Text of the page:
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Amazon distribution center, Cottonwood Hotel: A look at big projects that began or finished in 2020

Amazon distribution center, Cottonwood Hotel: A look at big projects that began or finished in 2020

From a tiny house village in downtown Omaha to a mammoth Amazon distribution center in the suburbs, last year brought a far-ranging group of real estate projects poised to change the metro area’s landscape.

Projects launched in coronavirus-burdened 2020 included big-ticket mixed-use shopping districts such as “The Row” out west and “The Crossroads” in central Omaha.

They included smaller, yet intriguing, initiatives like the revamp of the high-profile downtown Central Park Plaza. New local owners say they might reshape the distinctive twin towers into one.

Of course, COVID-19 slowed aspects of the industry, as evidenced by empty storefronts and office space dotting the metro area. Alarms went off, for instance, when Infogroup decided to sell its sprawling Papillion headquarters and pivot to a mostly work-from-home operation. (Infogroup is now called Data Axle.)

Papillion officials sighed with relief when Midwest Laboratories announced that it would buy the 27-acre office complex. The move opens up a sale of Midwest Labs’ existing 14-building Omaha campus.

Perhaps outshining all local real estate-related sectors last year was the single-family residential market. On the construction side, permits to build houses jumped more than 20% during a recent three-month period compared with a year earlier, according to data compiled from seven counties by the Greater Omaha Chamber of Commerce.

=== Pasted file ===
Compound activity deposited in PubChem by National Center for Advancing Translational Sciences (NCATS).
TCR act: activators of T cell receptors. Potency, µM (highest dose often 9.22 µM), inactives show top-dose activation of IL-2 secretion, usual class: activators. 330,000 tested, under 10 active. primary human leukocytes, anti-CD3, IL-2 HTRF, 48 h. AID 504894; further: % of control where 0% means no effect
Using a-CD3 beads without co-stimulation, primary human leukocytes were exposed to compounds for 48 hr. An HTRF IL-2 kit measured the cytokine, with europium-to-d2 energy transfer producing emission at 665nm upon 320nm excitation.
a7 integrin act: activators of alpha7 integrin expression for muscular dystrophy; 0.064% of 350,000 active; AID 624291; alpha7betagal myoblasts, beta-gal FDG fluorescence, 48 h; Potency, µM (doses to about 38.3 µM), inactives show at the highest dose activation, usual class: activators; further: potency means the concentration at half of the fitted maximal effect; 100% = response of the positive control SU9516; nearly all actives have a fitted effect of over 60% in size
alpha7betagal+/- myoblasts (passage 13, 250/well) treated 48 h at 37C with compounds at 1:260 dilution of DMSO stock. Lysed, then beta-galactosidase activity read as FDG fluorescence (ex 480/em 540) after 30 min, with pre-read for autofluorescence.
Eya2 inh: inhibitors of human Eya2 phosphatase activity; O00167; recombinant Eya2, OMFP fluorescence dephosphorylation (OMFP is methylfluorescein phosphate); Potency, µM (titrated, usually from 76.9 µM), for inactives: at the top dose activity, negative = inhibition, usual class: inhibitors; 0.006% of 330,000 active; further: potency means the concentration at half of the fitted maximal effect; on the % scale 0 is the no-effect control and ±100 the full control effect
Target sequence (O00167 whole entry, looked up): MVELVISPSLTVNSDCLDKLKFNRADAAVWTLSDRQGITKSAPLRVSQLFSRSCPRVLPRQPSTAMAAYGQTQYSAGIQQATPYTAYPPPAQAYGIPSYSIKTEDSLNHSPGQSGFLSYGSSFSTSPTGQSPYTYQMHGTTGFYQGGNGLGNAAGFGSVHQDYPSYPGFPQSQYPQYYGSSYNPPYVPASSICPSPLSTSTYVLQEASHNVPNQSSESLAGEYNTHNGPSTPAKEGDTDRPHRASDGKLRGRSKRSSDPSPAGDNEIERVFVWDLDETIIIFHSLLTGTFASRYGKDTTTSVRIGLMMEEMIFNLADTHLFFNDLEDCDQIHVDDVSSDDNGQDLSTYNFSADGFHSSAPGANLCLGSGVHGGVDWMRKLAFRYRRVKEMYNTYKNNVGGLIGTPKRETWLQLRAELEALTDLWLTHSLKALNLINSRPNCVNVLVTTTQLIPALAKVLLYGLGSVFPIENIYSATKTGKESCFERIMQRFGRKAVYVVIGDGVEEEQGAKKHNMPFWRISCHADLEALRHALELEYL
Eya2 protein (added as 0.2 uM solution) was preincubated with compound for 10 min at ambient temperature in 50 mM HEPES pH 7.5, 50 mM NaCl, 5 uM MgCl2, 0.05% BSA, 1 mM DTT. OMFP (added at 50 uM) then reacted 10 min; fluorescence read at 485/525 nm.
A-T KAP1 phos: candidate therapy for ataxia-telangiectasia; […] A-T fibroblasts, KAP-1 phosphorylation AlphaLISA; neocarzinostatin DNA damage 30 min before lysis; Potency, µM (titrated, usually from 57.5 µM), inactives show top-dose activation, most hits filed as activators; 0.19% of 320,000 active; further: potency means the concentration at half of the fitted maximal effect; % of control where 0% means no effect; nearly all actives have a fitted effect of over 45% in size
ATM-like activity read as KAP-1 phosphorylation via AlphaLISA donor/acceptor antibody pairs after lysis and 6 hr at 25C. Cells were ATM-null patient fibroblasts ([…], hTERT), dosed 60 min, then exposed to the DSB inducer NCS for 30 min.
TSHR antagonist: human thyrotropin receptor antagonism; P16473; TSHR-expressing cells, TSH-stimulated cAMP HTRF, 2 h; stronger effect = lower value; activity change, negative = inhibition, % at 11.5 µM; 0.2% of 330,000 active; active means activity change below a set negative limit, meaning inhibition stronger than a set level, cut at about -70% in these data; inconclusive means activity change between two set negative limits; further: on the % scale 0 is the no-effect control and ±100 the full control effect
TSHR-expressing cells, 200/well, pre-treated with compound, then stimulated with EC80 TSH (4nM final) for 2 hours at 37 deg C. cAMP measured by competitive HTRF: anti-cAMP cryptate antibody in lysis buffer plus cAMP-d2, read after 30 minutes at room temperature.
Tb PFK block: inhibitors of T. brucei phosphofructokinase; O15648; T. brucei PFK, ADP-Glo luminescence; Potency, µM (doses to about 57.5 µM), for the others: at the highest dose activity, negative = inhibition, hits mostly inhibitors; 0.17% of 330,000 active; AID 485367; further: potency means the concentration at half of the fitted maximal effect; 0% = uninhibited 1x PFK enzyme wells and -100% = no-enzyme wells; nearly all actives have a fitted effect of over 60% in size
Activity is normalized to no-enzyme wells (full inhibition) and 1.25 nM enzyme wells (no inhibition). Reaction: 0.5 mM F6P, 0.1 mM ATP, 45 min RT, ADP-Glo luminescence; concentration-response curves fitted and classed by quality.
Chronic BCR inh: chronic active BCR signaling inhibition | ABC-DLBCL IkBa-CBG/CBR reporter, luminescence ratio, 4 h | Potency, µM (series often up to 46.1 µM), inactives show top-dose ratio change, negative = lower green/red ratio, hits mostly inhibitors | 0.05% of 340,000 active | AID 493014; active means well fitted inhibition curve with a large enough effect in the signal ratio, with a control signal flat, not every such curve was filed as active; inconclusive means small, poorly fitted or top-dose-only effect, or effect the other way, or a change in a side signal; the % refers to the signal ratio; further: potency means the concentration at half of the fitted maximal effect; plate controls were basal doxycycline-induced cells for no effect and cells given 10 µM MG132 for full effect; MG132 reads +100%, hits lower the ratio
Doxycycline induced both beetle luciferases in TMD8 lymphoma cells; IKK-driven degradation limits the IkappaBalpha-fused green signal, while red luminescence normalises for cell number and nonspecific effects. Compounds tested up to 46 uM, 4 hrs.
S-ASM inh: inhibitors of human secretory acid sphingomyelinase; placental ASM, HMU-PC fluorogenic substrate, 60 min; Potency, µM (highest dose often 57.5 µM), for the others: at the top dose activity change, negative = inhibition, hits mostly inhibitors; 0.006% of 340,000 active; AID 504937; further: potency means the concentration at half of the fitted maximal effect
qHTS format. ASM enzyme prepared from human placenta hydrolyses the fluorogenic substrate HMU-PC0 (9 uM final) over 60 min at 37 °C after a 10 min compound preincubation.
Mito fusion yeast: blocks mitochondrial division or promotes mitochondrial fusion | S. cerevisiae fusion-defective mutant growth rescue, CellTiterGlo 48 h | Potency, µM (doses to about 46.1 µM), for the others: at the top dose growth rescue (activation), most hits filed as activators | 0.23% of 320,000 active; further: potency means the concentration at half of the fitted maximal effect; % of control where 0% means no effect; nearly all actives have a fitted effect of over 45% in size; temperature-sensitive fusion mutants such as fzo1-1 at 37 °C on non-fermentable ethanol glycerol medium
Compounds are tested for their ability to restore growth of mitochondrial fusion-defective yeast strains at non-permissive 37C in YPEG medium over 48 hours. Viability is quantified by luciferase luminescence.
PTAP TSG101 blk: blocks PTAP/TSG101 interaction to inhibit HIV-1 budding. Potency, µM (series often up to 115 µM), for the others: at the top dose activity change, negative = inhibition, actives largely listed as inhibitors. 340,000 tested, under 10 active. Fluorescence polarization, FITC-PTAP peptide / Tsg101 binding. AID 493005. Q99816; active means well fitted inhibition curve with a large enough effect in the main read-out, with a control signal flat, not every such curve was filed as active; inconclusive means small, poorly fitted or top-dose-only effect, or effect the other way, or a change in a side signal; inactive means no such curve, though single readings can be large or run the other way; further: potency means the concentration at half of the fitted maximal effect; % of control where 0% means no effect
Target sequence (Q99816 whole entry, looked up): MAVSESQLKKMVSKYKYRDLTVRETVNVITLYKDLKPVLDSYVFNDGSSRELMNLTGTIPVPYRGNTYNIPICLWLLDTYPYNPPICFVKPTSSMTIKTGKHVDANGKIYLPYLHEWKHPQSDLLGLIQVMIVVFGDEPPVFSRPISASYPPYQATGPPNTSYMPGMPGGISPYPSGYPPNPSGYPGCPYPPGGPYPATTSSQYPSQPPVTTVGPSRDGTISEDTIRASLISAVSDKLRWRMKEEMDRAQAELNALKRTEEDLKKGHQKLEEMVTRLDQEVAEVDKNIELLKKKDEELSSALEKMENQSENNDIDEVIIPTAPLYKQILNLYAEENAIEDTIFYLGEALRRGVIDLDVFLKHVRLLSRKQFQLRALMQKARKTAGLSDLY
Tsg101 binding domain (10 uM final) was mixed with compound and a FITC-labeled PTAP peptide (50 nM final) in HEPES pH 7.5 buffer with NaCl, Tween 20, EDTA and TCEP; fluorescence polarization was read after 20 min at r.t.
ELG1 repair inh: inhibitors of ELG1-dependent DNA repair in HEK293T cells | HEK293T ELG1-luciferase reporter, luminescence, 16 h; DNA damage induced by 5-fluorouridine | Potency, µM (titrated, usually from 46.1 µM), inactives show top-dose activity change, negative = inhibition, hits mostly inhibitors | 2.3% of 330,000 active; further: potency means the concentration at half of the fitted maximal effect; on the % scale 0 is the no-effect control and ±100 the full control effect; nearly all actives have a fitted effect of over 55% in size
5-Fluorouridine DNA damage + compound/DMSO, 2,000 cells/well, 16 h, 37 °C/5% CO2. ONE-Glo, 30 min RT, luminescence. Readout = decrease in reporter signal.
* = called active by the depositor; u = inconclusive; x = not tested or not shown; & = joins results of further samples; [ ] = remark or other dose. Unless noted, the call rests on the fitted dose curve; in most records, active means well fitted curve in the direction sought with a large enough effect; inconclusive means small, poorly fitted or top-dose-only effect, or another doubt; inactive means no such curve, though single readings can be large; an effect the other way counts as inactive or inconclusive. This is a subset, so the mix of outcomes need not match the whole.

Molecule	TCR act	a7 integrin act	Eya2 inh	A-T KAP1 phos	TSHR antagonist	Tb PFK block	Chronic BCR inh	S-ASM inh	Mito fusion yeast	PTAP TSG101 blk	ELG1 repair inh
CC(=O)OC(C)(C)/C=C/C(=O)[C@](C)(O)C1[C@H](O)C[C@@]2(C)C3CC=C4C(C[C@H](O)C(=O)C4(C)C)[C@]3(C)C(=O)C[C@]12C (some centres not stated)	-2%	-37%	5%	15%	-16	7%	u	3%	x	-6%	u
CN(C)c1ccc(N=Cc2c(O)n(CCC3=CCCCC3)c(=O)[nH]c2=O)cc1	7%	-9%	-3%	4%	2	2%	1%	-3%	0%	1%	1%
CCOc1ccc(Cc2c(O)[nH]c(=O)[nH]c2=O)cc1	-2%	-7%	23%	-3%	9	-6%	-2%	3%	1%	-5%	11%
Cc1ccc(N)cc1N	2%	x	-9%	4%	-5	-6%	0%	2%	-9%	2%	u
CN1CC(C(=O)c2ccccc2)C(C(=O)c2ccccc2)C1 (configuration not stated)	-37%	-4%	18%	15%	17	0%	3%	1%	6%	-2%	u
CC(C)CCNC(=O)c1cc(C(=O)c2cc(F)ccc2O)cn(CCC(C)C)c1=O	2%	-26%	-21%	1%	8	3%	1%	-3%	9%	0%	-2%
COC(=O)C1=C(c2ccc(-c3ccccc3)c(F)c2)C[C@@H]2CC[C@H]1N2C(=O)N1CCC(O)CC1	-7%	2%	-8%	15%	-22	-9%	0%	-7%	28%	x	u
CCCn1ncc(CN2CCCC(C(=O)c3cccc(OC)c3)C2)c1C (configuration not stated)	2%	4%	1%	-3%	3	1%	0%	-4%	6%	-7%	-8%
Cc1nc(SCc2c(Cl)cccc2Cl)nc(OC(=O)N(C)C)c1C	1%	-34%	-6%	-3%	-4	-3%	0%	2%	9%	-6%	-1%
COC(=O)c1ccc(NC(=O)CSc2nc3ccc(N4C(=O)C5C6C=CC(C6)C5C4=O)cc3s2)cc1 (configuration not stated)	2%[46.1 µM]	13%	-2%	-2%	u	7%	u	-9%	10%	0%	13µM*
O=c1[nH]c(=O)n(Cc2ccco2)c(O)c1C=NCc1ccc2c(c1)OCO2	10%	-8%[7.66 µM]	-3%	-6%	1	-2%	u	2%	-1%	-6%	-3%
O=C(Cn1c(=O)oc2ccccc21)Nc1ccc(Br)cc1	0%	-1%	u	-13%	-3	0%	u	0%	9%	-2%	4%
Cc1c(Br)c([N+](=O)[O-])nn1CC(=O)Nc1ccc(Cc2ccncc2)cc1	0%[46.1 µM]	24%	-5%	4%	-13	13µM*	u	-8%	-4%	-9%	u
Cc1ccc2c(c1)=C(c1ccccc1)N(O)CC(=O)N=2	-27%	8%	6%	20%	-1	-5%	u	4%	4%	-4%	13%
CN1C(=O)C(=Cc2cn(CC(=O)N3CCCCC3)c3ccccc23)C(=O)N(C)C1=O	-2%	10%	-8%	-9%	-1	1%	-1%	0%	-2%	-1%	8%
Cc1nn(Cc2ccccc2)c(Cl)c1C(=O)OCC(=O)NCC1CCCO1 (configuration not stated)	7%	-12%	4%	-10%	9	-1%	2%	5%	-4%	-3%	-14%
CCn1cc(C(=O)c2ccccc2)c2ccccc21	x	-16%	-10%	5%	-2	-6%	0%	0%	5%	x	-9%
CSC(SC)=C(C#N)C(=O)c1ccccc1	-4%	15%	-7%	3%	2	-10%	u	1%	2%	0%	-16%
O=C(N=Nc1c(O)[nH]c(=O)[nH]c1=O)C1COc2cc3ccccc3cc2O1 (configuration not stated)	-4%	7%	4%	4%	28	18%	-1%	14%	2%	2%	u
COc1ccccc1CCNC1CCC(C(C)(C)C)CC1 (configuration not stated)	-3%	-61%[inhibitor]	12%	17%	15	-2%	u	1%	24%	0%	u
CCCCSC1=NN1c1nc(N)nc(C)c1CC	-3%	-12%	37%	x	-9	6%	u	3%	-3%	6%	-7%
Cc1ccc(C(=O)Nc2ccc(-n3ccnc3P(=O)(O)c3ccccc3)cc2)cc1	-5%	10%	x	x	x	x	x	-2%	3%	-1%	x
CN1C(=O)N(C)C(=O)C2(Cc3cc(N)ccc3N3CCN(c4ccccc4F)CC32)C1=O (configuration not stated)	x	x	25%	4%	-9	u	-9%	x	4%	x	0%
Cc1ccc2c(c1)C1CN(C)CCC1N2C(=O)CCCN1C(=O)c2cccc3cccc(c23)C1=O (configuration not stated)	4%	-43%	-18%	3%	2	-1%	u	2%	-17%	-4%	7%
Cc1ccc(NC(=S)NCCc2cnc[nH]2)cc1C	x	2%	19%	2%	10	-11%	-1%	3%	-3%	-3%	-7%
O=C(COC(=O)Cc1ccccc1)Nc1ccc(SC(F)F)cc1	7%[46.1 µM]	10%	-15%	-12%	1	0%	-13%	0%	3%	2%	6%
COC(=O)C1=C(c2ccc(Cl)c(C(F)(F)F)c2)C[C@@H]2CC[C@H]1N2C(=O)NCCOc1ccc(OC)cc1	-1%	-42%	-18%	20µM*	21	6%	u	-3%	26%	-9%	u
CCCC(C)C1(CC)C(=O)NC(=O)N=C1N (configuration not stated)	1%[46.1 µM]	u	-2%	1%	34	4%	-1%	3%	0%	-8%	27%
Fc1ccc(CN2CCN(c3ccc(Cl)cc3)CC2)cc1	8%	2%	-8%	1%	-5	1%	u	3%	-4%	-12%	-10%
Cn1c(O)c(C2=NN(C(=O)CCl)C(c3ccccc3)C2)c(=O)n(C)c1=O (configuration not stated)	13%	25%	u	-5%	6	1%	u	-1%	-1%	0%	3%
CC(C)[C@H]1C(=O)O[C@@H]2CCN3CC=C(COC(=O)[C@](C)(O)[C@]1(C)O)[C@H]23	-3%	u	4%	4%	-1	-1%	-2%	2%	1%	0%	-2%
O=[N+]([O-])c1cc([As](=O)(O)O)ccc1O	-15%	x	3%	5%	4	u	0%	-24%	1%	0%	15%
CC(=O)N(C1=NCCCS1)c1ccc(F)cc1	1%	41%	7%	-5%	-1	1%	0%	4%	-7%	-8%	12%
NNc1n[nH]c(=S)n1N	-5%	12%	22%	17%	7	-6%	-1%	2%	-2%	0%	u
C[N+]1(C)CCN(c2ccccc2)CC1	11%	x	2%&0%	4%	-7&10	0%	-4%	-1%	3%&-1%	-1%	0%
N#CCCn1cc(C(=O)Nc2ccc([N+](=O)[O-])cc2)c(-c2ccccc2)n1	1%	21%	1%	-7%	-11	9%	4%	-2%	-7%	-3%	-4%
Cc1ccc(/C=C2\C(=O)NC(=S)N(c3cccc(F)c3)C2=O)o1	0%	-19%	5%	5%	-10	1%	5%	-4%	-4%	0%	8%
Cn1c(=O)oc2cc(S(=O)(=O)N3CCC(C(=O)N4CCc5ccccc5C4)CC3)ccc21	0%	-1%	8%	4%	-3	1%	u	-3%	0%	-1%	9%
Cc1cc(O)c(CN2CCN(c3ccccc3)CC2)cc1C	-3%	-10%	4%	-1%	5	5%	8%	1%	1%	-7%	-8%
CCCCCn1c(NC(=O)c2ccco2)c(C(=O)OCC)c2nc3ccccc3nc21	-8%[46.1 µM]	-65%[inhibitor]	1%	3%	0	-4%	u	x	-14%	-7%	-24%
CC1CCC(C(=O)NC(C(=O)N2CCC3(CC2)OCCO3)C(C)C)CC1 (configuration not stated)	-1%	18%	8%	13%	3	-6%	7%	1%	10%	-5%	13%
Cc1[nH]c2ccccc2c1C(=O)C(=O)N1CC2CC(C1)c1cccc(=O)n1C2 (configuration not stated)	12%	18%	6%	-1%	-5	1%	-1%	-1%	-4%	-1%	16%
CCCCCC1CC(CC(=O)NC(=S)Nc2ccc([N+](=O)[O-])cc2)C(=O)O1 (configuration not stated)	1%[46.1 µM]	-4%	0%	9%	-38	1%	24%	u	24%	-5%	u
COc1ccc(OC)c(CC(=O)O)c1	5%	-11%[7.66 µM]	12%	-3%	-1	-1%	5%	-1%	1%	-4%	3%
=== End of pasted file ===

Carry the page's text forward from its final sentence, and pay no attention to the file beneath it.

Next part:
For existing homes, the Omaha Area Board of Realtors reported that sales went up by 7% and home prices increased by more than 8% during the first 11 months of 2020 compared with the same time the year before.

Here’s a look back on some memorable real estate projects that either launched or finished in 2020.

Sheer size standouts

Amazon is building a 700,000-square-foot distribution center on an expansive 94-acre Sarpy County field. The facility is to employ 1,000 full timers, who will work alongside robots. When Amazon announced the project in October, it didn’t disclose a price tag. The Omaha Chamber described the project as its biggest economic development coup for its seven-county area in 2020.

The Cottages

A rendering of the housing complex geared toward Siena Francis residents.

The (50-home) Cottages, on the other end of the size spectrum, would be the city’s first tiny home neighborhood. The downtown Omaha project was made easier by a July change in city building code permitting houses smaller than 400 square feet. The targeted renters are clients of the Siena Francis House. The homeless shelter has partnered with Arch Icon Development to seek low-income housing tax credits to finance the $6.5 million effort.

Top Golf

A view from the second level at Top Golf near Westroads Mall.

Topgolf opened its 10-acre complex near Westroads Mall last summer. It attracted attention as its towering poles and driving range nets could be seen during construction rising above the freeway. City planning documents put the price tag at about $23 million. The main almost 50,000-square-foot, two-story structure contains 72 hitting bays.

Speaking of eye candy


The Cottonwood Hotel, the rehabilitated version of the historic Blackstone Hotel, opened in November.

The Cottonwood Hotel, the rehabilitated version of the historic Blackstone Hotel, opened in November after a three-year, $75 million makeover. The midtown Omaha hotel and its storied past was one of’s most read-about redevelopments of the year.

Rival retail centers

The Row

A 40-acre, $500 million “town center” — dubbed “The Row’” — is planned at the sprawling Heartwood Preserve in west Omaha. The district will include a mix of apartments, stores, diners, hotel rooms and offices.

The Row is a 40-acre, roughly $500 million “town center” within the larger Heartwood Preserve redevelopment site. Announced in August by Lanoha Development, it’s designed to be the pedestrian magnet piece of former farm and prairie land near 144th and Pacific Streets. The medley of apartments, stores, diners, hotel rooms and offices will be constructed in four phases.

The Crossroads.JPG